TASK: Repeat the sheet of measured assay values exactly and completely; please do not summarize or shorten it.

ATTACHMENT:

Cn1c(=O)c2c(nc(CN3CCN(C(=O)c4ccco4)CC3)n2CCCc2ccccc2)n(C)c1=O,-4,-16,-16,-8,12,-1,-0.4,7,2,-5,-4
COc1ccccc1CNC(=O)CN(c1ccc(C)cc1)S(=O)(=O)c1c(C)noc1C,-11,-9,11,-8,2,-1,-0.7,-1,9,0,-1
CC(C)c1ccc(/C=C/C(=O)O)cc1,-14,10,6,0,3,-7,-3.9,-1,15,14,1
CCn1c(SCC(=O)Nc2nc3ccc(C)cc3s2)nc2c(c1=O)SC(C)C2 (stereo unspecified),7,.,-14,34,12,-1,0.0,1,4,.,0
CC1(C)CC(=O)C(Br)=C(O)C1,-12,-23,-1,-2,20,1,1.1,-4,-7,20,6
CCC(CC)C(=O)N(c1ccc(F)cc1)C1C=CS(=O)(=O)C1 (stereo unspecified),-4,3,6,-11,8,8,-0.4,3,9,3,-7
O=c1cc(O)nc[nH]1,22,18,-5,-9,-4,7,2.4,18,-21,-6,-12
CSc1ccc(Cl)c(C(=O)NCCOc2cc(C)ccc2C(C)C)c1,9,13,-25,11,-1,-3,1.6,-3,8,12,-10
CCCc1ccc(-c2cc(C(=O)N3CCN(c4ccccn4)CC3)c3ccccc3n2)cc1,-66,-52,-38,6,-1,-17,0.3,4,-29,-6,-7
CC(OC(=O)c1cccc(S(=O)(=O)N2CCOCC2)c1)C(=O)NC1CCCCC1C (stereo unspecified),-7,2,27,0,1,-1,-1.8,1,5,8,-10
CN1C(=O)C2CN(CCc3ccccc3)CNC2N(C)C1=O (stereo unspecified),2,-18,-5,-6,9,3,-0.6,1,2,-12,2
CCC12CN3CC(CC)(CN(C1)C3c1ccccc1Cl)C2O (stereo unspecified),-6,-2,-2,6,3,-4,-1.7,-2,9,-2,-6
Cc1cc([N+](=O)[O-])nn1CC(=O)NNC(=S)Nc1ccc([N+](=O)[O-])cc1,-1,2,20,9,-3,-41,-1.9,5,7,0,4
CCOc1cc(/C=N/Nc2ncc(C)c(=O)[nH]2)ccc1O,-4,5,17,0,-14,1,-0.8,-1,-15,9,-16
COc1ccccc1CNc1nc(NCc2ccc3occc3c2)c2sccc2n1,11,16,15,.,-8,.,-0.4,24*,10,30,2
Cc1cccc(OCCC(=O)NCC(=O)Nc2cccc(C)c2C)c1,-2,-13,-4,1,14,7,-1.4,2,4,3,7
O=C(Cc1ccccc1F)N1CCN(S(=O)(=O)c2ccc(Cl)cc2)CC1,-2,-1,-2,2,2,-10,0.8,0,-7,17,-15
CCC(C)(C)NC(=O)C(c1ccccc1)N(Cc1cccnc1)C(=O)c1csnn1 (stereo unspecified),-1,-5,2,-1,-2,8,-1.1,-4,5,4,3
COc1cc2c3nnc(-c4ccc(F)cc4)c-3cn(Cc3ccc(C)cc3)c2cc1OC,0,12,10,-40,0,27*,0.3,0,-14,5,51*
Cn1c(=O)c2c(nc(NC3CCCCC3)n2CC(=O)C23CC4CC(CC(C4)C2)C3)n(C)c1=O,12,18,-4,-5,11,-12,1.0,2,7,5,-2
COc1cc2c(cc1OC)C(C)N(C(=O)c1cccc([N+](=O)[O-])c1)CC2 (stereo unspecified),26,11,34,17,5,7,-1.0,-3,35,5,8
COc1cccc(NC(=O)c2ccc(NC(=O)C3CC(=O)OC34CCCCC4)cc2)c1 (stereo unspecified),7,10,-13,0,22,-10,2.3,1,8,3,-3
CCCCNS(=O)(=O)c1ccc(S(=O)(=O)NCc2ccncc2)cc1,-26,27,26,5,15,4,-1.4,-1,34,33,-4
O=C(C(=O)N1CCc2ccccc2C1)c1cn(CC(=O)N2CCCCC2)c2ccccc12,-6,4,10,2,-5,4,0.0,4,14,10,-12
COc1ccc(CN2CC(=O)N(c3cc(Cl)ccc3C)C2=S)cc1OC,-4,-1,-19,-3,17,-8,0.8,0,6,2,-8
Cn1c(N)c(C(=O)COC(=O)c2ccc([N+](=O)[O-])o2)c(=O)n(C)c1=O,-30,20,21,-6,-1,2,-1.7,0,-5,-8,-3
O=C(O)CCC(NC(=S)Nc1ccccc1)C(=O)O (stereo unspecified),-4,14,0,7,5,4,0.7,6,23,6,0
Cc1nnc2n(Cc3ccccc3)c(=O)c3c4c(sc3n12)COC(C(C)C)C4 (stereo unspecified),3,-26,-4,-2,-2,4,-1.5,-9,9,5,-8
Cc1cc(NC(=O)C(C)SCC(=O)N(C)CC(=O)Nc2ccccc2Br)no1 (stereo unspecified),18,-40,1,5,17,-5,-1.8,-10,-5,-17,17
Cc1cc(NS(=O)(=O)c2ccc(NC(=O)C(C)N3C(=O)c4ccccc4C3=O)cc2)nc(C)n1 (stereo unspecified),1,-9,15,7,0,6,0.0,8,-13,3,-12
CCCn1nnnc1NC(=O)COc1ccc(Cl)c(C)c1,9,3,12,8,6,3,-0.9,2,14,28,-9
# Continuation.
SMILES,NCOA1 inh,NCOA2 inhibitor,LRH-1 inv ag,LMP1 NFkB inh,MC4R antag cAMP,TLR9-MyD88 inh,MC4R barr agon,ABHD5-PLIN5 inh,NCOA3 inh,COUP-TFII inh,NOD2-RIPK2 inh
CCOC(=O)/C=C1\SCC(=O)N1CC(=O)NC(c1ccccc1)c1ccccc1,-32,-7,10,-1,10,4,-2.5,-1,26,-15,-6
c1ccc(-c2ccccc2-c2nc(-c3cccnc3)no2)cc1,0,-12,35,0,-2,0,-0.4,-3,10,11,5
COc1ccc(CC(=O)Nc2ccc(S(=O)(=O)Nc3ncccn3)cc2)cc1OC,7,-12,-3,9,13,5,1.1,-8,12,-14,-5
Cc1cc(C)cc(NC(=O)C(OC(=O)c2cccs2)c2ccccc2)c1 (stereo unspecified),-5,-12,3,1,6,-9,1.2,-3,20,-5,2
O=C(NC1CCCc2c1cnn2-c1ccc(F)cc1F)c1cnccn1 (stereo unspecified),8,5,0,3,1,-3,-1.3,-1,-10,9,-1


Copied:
Cn1c(=O)c2c(nc(CN3CCN(C(=O)c4ccco4)CC3)n2CCCc2ccccc2)n(C)c1=O,-4,-16,-16,-8,12,-1,-0.4,7,2,-5,-4
COc1ccccc1CNC(=O)CN(c1ccc(C)cc1)S(=O)(=O)c1c(C)noc1C,-11,-9,11,-8,2,-1,-0.7,-1,9,0,-1
CC(C)c1ccc(/C=C/C(=O)O)cc1,-14,10,6,0,3,-7,-3.9,-1,15,14,1
CCn1c(SCC(=O)Nc2nc3ccc(C)cc3s2)nc2c(c1=O)SC(C)C2 (stereo unspecified),7,.,-14,34,12,-1,0.0,1,4,.,0
CC1(C)CC(=O)C(Br)=C(O)C1,-12,-23,-1,-2,20,1,1.1,-4,-7,20,6
CCC(CC)C(=O)N(c1ccc(F)cc1)C1C=CS(=O)(=O)C1 (stereo unspecified),-4,3,6,-11,8,8,-0.4,3,9,3,-7
O=c1cc(O)nc[nH]1,22,18,-5,-9,-4,7,2.4,18,-21,-6,-12
CSc1ccc(Cl)c(C(=O)NCCOc2cc(C)ccc2C(C)C)c1,9,13,-25,11,-1,-3,1.6,-3,8,12,-10
CCCc1ccc(-c2cc(C(=O)N3CCN(c4ccccn4)CC3)c3ccccc3n2)cc1,-66,-52,-38,6,-1,-17,0.3,4,-29,-6,-7
CC(OC(=O)c1cccc(S(=O)(=O)N2CCOCC2)c1)C(=O)NC1CCCCC1C (stereo unspecified),-7,2,27,0,1,-1,-1.8,1,5,8,-10
CN1C(=O)C2CN(CCc3ccccc3)CNC2N(C)C1=O (stereo unspecified),2,-18,-5,-6,9,3,-0.6,1,2,-12,2
CCC12CN3CC(CC)(CN(C1)C3c1ccccc1Cl)C2O (stereo unspecified),-6,-2,-2,6,3,-4,-1.7,-2,9,-2,-6
Cc1cc([N+](=O)[O-])nn1CC(=O)NNC(=S)Nc1ccc([N+](=O)[O-])cc1,-1,2,20,9,-3,-41,-1.9,5,7,0,4
CCOc1cc(/C=N/Nc2ncc(C)c(=O)[nH]2)ccc1O,-4,5,17,0,-14,1,-0.8,-1,-15,9,-16
COc1ccccc1CNc1nc(NCc2ccc3occc3c2)c2sccc2n1,11,16,15,.,-8,.,-0.4,24*,10,30,2
Cc1cccc(OCCC(=O)NCC(=O)Nc2cccc(C)c2C)c1,-2,-13,-4,1,14,7,-1.4,2,4,3,7
O=C(Cc1ccccc1F)N1CCN(S(=O)(=O)c2ccc(Cl)cc2)CC1,-2,-1,-2,2,2,-10,0.8,0,-7,17,-15
CCC(C)(C)NC(=O)C(c1ccccc1)N(Cc1cccnc1)C(=O)c1csnn1 (stereo unspecified),-1,-5,2,-1,-2,8,-1.1,-4,5,4,3
COc1cc2c3nnc(-c4ccc(F)cc4)c-3cn(Cc3ccc(C)cc3)c2cc1OC,0,12,10,-40,0,27*,0.3,0,-14,5,51*
Cn1c(=O)c2c(nc(NC3CCCCC3)n2CC(=O)C23CC4CC(CC(C4)C2)C3)n(C)c1=O,12,18,-4,-5,11,-12,1.0,2,7,5,-2
COc1cc2c(cc1OC)C(C)N(C(=O)c1cccc([N+](=O)[O-])c1)CC2 (stereo unspecified),26,11,34,17,5,7,-1.0,-3,35,5,8
COc1cccc(NC(=O)c2ccc(NC(=O)C3CC(=O)OC34CCCCC4)cc2)c1 (stereo unspecified),7,10,-13,0,22,-10,2.3,1,8,3,-3
CCCCNS(=O)(=O)c1ccc(S(=O)(=O)NCc2ccncc2)cc1,-26,27,26,5,15,4,-1.4,-1,34,33,-4
O=C(C(=O)N1CCc2ccccc2C1)c1cn(CC(=O)N2CCCCC2)c2ccccc12,-6,4,10,2,-5,4,0.0,4,14,10,-12
COc1ccc(CN2CC(=O)N(c3cc(Cl)ccc3C)C2=S)cc1OC,-4,-1,-19,-3,17,-8,0.8,0,6,2,-8
Cn1c(N)c(C(=O)COC(=O)c2ccc([N+](=O)[O-])o2)c(=O)n(C)c1=O,-30,20,21,-6,-1,2,-1.7,0,-5,-8,-3
O=C(O)CCC(NC(=S)Nc1ccccc1)C(=O)O (stereo unspecified),-4,14,0,7,5,4,0.7,6,23,6,0
Cc1nnc2n(Cc3ccccc3)c(=O)c3c4c(sc3n12)COC(C(C)C)C4 (stereo unspecified),3,-26,-4,-2,-2,4,-1.5,-9,9,5,-8
Cc1cc(NC(=O)C(C)SCC(=O)N(C)CC(=O)Nc2ccccc2Br)no1 (stereo unspecified),18,-40,1,5,17,-5,-1.8,-10,-5,-17,17
Cc1cc(NS(=O)(=O)c2ccc(NC(=O)C(C)N3C(=O)c4ccccc4C3=O)cc2)nc(C)n1 (stereo unspecified),1,-9,15,7,0,6,0.0,8,-13,3,-12
CCCn1nnnc1NC(=O)COc1ccc(Cl)c(C)c1,9,3,12,8,6,3,-0.9,2,14,28,-9
# Continuation.
SMILES,NCOA1 inh,NCOA2 inhibitor,LRH-1 inv ag,LMP1 NFkB inh,MC4R antag cAMP,TLR9-MyD88 inh,MC4R barr agon,ABHD5-PLIN5 inh,NCOA3 inh,COUP-TFII inh,NOD2-RIPK2 inh
CCOC(=O)/C=C1\SCC(=O)N1CC(=O)NC(c1ccccc1)c1ccccc1,-32,-7,10,-1,10,4,-2.5,-1,26,-15,-6
c1ccc(-c2ccccc2-c2nc(-c3cccnc3)no2)cc1,0,-12,35,0,-2,0,-0.4,-3,10,11,5
COc1ccc(CC(=O)Nc2ccc(S(=O)(=O)Nc3ncccn3)cc2)cc1OC,7,-12,-3,9,13,5,1.1,-8,12,-14,-5
Cc1cc(C)cc(NC(=O)C(OC(=O)c2cccs2)c2ccccc2)c1 (stereo unspecified),-5,-12,3,1,6,-9,1.2,-3,20,-5,2
O=C(NC1CCCc2c1cnn2-c1ccc(F)cc1F)c1cnccn1 (stereo unspecified),8,5,0,3,1,-3,-1.3,-1,-10,9,-1